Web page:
‘A Dangerous Method’ Review (2011)


A Dangerous Method review
Michael Fassbender and Viggo Mortensen in A Dangerous Method
Photo: Sony Pictures Classics

NOTE: This review was originally published on September 9, 2011 after I saw it at the Toronto International Film Festival. I am reprinting it here as it hits limited theaters this week.

I tend to enjoy talky films, but said films run into trouble when what’s being said isn’t all that interesting. Tracing a nine year relationship between Sigmund Freud and Carl Jung, David Cronenberg’s A Dangerous Method is a mixture of letter-writing and long-winded conversations between the two men and the woman wedged between them. There are interesting facets to the story and it’s expertly told, but for the most part I found it all to be rather inconsequential.

Beginning in 1904 in Switzerland, a carriage is bringing a young Russian girl by the name of Sabina Spielrein (Keira Knightley) to a Swiss mental hospital near Zurich where she will soon become the patient of Carl Jung (Michael Fassbender). As Sabina, Knightley struggles for each word early on, freakishly jutting her chin in such a way you begin to think her lower jaw may soon become detached and contorting her hands to the point I was concerned her bones may break. It’s as disturbing an introduction as I can remember.

Jung hopes to use methods proposed by his idol Sigmund Freud (Viggo Mortensen), a man he reveres but has never met, to treat the girl who’s been abused and struggles with feelings of shame caused by the sexual excitement she gains when her father beats her. The methods work and she begins showing signs of promise and articulation. She’s intelligent and dreams of being a psychiatrist, which is quite a transition from the folded mess she was in the opening.

Two years later, Jung is finally going to meet his hero in Vienna. Almost serenading the audience with his Austrian accent, Mortensen is instantly Sigmund Freud without a shadow of a doubt. With a calm, cool and elegant demeanor he walks with confidence, cane at his side and cigar always hanging from his mouth. He seduces the audience and he seduces Jung, even though Jung hopes to challenge his theory that sexual impulses are the main catalyst of human behavior. Jung refuses to believe it could be so simple and yet he would soon help prove Freud’s theory himself.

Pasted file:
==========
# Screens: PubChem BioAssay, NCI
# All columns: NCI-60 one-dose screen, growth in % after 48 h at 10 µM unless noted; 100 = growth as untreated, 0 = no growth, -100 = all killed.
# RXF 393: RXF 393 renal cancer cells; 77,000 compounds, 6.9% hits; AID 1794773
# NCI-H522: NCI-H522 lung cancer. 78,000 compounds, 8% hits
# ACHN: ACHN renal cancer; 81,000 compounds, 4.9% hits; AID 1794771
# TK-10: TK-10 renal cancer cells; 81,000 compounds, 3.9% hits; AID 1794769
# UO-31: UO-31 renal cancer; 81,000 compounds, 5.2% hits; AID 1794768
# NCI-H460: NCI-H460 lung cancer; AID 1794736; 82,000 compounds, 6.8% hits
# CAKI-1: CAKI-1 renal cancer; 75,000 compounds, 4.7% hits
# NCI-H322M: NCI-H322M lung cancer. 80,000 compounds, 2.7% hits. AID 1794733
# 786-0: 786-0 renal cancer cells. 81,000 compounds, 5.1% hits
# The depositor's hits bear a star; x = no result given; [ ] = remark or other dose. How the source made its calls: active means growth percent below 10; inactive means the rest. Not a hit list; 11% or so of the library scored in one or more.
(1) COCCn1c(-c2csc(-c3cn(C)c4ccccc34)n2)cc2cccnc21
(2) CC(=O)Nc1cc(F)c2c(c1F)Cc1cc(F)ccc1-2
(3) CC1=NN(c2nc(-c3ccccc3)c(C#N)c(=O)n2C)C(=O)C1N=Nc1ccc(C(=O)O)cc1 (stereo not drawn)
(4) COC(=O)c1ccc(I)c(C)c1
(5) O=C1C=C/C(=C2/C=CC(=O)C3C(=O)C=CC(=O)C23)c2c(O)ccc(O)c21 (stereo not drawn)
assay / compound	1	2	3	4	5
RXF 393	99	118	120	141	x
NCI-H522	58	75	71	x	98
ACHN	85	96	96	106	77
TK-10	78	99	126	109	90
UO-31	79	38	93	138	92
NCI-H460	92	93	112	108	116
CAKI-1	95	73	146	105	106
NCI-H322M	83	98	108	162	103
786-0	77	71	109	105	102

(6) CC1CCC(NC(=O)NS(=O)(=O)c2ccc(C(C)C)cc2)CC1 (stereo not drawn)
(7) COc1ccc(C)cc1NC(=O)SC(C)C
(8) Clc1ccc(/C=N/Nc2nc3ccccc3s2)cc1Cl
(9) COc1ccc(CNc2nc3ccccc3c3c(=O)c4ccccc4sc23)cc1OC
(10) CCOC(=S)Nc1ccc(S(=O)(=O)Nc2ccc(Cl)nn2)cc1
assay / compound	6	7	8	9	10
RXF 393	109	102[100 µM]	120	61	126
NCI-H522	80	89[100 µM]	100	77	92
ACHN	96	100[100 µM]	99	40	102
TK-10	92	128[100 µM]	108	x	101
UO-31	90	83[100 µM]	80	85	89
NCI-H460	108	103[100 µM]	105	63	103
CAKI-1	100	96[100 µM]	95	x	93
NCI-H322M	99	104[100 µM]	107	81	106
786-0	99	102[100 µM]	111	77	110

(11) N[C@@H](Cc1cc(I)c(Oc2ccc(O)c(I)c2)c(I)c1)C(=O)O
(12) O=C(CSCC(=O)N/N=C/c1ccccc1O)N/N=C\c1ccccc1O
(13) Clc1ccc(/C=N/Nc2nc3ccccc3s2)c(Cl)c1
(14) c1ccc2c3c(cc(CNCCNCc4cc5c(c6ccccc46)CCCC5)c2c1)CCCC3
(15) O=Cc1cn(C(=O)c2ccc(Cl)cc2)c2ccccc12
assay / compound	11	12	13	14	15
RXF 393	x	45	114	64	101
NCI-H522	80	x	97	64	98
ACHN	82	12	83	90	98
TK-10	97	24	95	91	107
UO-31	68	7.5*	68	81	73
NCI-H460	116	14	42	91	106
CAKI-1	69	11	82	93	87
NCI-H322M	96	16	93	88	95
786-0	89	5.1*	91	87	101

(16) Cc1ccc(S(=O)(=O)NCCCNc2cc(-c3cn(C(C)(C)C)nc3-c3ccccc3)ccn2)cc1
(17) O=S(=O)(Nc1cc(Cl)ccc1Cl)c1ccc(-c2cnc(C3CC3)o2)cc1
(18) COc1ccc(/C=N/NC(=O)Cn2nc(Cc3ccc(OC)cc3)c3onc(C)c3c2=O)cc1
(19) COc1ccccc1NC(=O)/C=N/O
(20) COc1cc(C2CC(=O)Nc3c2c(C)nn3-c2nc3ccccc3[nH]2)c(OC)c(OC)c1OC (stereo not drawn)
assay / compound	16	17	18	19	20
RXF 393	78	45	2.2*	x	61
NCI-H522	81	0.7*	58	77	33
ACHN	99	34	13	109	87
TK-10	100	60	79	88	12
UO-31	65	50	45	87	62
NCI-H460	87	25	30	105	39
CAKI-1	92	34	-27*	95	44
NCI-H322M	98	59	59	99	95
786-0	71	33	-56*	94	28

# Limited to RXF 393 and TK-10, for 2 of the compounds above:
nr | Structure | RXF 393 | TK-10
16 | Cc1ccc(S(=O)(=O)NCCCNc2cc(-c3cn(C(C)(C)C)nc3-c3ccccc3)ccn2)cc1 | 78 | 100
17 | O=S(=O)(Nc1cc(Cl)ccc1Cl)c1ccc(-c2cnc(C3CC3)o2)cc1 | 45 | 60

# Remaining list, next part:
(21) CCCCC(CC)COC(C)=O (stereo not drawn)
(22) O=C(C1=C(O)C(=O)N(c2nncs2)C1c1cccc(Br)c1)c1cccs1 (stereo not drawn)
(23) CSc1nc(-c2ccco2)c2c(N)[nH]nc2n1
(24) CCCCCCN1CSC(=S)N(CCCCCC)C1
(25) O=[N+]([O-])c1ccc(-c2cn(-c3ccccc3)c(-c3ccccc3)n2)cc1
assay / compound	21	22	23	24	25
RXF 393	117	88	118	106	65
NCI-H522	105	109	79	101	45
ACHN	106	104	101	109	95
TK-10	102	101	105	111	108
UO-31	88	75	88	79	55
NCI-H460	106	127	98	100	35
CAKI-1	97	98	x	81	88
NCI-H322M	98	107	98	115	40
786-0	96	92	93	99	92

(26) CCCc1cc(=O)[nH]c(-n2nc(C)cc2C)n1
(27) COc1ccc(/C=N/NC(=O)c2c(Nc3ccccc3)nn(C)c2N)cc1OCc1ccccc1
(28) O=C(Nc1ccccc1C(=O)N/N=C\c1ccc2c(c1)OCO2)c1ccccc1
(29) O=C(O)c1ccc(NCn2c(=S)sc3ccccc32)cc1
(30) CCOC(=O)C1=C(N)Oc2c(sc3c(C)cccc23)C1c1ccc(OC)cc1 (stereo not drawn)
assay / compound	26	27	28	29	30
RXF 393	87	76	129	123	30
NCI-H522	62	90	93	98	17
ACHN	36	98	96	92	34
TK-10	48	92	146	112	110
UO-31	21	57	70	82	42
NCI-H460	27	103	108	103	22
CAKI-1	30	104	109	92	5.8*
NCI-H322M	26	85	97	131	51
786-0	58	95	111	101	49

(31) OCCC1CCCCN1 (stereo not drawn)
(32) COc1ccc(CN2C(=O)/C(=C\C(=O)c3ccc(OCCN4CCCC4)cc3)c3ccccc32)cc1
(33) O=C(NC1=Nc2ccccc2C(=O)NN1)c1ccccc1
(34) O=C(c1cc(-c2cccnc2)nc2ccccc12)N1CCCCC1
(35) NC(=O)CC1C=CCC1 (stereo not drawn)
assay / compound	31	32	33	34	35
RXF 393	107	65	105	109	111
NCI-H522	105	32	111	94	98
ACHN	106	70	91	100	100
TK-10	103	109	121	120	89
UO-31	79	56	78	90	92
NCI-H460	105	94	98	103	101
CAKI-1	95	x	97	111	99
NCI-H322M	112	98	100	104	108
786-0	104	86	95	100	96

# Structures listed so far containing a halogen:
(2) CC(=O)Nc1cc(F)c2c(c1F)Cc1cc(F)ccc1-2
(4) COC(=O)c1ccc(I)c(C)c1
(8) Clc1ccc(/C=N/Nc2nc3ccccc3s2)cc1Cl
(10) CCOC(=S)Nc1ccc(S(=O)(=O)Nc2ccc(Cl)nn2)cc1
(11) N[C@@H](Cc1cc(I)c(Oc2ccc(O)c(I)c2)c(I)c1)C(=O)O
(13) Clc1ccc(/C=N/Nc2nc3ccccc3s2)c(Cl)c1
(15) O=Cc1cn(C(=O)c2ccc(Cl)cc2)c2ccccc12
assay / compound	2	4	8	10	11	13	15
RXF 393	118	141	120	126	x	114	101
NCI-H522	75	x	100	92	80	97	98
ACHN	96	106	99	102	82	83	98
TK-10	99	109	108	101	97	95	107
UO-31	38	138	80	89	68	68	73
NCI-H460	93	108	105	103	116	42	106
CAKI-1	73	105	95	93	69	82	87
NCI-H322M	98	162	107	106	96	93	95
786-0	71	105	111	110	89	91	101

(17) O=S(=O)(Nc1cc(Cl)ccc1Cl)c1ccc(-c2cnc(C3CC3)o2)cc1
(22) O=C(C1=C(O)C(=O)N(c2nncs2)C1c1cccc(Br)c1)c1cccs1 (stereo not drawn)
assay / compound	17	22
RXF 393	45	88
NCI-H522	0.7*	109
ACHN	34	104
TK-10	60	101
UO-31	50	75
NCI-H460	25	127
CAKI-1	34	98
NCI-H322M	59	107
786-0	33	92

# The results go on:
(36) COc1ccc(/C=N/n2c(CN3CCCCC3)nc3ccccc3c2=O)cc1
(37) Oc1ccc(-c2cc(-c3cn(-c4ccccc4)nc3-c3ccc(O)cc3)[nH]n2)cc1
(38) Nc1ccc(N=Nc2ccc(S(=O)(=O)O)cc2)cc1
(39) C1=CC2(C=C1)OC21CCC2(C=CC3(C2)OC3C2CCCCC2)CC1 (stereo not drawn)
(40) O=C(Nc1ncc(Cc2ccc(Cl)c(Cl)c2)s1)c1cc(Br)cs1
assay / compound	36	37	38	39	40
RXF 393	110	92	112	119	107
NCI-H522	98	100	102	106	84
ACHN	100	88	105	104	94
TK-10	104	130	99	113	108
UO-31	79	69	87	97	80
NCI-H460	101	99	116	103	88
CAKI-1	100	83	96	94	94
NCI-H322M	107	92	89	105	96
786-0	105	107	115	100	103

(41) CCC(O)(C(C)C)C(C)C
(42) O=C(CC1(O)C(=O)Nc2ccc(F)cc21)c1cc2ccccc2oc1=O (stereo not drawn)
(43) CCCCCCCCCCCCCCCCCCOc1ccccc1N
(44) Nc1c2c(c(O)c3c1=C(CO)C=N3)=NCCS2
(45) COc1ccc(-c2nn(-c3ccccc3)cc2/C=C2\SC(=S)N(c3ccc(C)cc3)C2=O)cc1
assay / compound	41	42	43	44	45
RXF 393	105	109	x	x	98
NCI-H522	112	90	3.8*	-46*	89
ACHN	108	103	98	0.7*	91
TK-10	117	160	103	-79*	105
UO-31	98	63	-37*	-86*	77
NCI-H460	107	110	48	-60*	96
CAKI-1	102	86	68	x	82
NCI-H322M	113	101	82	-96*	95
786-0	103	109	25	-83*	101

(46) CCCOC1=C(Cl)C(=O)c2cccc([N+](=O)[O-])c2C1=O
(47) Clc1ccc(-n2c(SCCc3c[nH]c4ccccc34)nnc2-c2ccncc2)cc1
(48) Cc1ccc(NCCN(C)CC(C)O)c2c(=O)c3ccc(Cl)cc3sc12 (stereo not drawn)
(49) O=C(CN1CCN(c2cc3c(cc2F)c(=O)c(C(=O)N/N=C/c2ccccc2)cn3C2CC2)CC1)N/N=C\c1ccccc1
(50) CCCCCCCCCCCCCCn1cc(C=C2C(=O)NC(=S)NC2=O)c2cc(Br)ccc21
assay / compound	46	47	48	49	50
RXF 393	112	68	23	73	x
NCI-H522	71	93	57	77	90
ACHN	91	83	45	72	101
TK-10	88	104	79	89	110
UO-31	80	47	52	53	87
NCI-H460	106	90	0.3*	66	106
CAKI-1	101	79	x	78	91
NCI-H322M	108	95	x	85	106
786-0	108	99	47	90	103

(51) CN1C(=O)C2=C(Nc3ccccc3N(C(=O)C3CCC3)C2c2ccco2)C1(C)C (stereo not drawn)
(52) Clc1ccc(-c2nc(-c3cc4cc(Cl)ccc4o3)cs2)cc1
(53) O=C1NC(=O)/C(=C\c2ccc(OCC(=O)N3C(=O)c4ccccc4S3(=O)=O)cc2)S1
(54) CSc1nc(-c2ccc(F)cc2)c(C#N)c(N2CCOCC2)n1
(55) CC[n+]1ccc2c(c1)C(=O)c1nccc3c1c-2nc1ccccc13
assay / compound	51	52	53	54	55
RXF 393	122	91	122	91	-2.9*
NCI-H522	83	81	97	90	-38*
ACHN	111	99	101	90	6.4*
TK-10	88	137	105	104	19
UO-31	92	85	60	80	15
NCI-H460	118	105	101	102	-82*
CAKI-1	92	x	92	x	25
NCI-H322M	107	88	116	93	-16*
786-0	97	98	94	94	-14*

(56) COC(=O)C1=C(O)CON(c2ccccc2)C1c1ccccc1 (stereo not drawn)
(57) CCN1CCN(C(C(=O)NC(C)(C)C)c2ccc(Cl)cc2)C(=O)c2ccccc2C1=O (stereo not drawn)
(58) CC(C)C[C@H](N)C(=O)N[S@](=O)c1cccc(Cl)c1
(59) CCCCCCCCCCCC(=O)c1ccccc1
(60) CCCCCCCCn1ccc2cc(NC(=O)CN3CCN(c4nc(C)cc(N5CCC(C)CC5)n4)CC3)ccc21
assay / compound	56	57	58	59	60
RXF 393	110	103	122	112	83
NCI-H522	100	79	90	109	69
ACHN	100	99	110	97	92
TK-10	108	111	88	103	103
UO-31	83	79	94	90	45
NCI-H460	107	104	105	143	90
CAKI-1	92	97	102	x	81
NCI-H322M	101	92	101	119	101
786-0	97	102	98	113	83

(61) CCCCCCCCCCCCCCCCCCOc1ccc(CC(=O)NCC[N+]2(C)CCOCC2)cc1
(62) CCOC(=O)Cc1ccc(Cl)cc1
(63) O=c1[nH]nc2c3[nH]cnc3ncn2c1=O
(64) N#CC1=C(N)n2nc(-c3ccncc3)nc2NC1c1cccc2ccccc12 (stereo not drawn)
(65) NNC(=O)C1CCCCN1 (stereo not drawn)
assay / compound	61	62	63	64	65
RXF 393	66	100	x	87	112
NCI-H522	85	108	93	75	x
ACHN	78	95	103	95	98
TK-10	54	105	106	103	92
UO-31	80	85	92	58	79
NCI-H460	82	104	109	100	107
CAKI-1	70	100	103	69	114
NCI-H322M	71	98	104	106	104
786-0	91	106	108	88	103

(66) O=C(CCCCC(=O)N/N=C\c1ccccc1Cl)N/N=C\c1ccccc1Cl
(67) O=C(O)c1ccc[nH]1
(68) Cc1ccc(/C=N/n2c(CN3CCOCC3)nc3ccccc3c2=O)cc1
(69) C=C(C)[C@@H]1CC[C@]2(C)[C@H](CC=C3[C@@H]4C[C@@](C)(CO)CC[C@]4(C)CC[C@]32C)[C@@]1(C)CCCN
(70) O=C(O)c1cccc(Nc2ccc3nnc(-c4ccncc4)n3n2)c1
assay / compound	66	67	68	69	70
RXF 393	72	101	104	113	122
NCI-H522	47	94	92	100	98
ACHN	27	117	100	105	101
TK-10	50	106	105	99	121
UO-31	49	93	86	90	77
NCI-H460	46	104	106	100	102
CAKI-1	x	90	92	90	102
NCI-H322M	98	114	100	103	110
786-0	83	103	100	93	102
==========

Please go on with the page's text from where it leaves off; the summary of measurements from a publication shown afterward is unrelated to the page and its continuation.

Not a man to believe in coincidence you would think Jung would be more wary when Freud asks him to treat a fellow psychiatrist in Otto Gross as played by Vincent Cassel. Gross shows up on Jung’s doorstep and is soon feeding Jung lines of sexual liberation, suggesting he never suppress anything and give in to his urges. He does. Sabina has already invited him to her bed and despite his loyalty to his wife he gives in to temptation… and a little bit of spanking.

With each action Jung takes, though, he seems to learn from it. At one point he utters the most telling line of the film saying, “Only the wounded physician can hope to heal.” It’s a quote that cuts to the core of the film’s narrative, but it doesn’t make it entirely satisfying.

Some interesting ideas are explored in A Dangerous Method, but nothing so grand you wish to explore them beyond the film itself. The performances are top notch, with the highest of marks going to Mortensen and Knightley, the latter of which runs the gamut of emotions and does so in stellar form. From the creepy and convulsing first minutes of Sabina’s introduction to the more reserved and confident woman she becomes; it is quite a transformation.

This is a film you wouldn’t necessarily expect from Cronenberg, though his technical abilities remain with a careful eye and some fascinating uses of deep focus in particular. Christopher Hampton’s (Atonement) screenplay, based on his play “The Talking Cure” and the book by John Kerr, offers brief moments of humor, but for the most part we’re talking about a film that never stops talking whether it’s long conversations from one scene to the next or voice over reading the letters sent back and forth between the two all-star psychoanalysts. What’s being said is important to the story, but it isn’t so interesting it sticks.

Despite spanning nine years, A Dangerous Method plays like a small piece of a larger puzzle. The breadth of time is never really felt outside of the myriad of pregnancies involved. It could have just as easily spanned the course of one year and I never would have known the difference. It holds your attention for its brief 99 minute running time, but by the time you’re done it’s easy enough to forget about and go on with your day.